Best Way to Battle Allergies?
My daughter, 14, is suffering from slight hyperthyroidism and vitiligo. Her doctor recommends low-dose allergen shots. She does have allergies, and he believes getting them under control will help her immune system and relieve her of the thyroid problem and vitiligo. What do you think?
Andrew Weil, M.D. | September 23, 2010
In vitiligo, areas of the skin lose their natural pigment, melanin, resulting in white spots and patches. Vitiligo is likely the symptom of an underlying autoimmune disorder and tends to run in families. It is also more common in people with other autoimmune diseases, particularly Hashimoto’s thyroiditis and type-1 diabetes. Some people trace the onset of their vitiligo to an illness or to emotional trauma and stress, although there’s no clinical proof that such events can act as triggers. Hyperthyroidism (an overactive thyroid) speeds up the body’s metabolism. One of the most common causes is Graves’ disease, another autoimmune disorder that tends to run in families.
I discussed your question with Randy Horwitz, M.D., an allergy specialist and medical director of the Arizona Center for Integrative Medicine. He noted that there are a number of methods of allergy desensitization available. Conventional immunotherapy has the most published data supporting its effectiveness. It carries a very slight risk of severe (anaphylactic) reactions, but thankfully these rarely occur. Dr. Horwitz says that in his opinion, sublingual (under the tongue) immunotherapy is safer. He adds that this has been used in Europe for many years and that there is a body of published data supporting its use. The method is slowly gaining acceptance in the United States.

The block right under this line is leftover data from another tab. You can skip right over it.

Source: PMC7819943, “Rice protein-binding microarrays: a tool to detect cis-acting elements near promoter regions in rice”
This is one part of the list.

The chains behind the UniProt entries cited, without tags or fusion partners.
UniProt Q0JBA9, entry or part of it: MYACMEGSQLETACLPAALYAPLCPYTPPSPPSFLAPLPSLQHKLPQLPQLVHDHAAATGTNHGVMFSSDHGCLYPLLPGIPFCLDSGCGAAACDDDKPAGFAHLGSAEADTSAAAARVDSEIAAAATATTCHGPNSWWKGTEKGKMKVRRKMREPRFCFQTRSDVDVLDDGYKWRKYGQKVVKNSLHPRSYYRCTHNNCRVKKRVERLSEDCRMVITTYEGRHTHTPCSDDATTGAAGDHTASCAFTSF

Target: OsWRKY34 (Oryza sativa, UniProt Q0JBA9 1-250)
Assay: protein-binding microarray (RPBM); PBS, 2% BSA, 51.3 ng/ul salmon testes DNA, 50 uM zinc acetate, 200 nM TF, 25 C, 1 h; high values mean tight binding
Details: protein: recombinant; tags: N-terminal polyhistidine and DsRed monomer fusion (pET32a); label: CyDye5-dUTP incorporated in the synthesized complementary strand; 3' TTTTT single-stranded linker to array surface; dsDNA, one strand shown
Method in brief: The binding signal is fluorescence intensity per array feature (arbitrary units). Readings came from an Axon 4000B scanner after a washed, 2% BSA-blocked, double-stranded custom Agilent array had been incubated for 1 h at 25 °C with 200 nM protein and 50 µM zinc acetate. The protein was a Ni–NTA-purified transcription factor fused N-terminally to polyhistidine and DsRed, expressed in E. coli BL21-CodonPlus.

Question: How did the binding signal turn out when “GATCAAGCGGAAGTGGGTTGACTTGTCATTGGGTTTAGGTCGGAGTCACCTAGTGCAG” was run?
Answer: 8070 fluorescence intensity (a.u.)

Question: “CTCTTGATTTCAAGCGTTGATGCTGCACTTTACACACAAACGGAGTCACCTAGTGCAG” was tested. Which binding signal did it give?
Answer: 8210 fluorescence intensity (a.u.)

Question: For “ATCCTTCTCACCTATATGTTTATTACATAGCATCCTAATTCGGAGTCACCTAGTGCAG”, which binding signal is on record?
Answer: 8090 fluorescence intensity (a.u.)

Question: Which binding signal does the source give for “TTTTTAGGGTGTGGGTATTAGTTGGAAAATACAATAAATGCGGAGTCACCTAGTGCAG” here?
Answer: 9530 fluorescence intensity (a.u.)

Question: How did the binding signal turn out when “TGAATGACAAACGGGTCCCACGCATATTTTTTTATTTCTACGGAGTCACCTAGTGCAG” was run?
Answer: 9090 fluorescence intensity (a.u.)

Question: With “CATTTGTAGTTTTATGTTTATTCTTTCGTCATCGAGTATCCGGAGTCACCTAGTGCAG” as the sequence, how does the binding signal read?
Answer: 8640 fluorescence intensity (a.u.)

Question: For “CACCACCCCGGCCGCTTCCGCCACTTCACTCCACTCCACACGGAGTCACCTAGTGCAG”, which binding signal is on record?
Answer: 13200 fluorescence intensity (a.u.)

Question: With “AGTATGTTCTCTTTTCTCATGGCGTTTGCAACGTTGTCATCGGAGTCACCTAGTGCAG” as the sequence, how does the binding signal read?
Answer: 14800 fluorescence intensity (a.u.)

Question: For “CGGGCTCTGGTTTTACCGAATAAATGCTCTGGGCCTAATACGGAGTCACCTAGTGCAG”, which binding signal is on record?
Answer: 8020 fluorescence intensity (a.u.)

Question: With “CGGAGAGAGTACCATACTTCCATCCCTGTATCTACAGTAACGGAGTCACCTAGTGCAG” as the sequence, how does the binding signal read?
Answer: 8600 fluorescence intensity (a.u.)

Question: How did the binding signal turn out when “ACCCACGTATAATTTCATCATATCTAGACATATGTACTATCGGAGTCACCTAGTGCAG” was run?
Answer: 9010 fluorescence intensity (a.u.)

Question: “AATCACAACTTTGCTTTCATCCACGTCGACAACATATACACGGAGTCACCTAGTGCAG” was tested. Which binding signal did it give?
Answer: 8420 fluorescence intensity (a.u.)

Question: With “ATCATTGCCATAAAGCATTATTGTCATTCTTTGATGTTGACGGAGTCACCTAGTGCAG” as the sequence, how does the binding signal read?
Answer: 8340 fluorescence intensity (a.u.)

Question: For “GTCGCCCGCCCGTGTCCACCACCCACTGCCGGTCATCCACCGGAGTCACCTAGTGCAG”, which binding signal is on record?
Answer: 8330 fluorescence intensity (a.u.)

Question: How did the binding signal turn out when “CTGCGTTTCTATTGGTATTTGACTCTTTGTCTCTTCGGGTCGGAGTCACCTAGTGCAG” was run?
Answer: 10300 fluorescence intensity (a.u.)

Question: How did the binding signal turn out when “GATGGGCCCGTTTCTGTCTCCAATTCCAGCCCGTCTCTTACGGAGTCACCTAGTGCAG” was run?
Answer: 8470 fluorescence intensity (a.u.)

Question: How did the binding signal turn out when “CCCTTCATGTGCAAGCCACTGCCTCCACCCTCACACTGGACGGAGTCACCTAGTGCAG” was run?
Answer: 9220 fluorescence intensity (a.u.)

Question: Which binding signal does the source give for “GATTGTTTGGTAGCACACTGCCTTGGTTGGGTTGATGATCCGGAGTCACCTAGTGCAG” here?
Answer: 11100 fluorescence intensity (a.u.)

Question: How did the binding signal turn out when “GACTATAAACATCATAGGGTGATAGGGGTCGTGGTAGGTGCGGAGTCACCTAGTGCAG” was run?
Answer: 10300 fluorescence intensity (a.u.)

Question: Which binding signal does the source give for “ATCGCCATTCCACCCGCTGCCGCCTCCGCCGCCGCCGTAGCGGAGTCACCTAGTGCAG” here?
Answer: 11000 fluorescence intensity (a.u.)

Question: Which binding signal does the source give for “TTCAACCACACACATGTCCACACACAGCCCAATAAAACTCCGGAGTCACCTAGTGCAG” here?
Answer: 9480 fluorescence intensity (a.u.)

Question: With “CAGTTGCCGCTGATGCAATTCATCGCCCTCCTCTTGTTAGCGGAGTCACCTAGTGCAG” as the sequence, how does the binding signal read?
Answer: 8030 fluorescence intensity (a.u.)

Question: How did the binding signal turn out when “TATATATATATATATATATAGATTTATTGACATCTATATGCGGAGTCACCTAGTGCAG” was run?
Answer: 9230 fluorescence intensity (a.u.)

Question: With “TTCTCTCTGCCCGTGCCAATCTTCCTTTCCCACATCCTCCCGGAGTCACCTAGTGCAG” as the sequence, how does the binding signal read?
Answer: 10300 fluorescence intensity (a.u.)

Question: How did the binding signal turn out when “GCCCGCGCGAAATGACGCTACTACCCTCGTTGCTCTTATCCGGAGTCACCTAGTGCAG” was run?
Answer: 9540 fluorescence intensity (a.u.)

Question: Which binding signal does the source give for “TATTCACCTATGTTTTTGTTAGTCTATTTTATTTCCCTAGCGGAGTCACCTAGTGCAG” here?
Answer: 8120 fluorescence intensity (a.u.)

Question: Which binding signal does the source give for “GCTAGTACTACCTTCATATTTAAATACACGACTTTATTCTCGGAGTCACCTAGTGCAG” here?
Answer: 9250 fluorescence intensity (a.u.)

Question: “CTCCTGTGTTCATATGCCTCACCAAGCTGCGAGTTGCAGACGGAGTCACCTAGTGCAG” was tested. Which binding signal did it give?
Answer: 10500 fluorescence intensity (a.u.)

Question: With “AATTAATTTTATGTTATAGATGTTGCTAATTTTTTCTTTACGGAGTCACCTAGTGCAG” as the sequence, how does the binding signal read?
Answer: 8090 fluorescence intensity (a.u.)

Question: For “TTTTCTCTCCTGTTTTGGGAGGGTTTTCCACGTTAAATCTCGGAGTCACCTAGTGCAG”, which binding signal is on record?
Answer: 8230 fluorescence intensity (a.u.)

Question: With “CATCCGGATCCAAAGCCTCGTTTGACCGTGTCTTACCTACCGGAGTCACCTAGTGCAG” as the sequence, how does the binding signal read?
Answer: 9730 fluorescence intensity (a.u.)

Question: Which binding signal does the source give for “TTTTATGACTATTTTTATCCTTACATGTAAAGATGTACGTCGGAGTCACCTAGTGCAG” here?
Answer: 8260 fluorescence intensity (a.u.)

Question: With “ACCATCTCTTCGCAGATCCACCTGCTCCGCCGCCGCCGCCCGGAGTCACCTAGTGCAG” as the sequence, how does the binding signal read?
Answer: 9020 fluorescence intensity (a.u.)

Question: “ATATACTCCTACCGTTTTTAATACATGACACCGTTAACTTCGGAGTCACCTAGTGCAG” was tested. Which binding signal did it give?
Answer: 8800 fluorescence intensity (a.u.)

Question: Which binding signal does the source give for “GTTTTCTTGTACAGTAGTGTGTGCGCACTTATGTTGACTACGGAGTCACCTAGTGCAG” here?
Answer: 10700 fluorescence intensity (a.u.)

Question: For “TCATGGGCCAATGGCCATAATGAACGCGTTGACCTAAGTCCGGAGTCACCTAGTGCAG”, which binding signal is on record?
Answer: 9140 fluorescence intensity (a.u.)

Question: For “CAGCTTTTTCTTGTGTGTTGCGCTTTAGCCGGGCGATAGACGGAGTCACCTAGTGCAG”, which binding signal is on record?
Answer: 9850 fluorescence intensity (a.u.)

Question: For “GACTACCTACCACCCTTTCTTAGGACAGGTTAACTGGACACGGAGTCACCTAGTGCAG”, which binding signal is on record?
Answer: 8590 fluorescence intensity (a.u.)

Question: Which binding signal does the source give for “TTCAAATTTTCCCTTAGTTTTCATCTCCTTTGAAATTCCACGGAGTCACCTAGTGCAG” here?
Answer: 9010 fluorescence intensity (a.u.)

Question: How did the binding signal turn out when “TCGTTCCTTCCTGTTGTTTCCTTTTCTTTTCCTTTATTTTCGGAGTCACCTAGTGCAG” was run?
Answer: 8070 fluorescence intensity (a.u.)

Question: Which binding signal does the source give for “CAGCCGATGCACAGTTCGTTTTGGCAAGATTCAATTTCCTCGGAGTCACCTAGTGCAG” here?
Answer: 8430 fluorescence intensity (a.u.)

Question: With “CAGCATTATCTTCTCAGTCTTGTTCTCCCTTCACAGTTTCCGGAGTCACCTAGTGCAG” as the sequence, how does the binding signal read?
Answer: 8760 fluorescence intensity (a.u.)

Dr. Horwitz also tells me that the low-dose allergen (LDA) therapy you ask about is an offshoot of an older method called Enzyme Potentiated Desensitization (EPD) developed in England. Although EPD was imported and used for several years under an investigational review, the FDA denied application for investigational study of EPD as an approved drug in 2001 on the grounds that it isn’t licensed in the United States and that its labeling gave inadequate directions for use.
LDA adds a small amount of an enzyme to a mixture of allergens. There is very little published data to support its use, and Dr. Horwitz does not recommend it. He adds that there is no evidence that “immune boosting” in this manner will alleviate your daughter’s vitiligo or hyperthyroidism (both of which are caused by an already overactive immune system).
I urge you to get a second opinion for treatment of your daughter’s conditions from a qualified integrative allergy specialist.
Andrew Weil, M.D.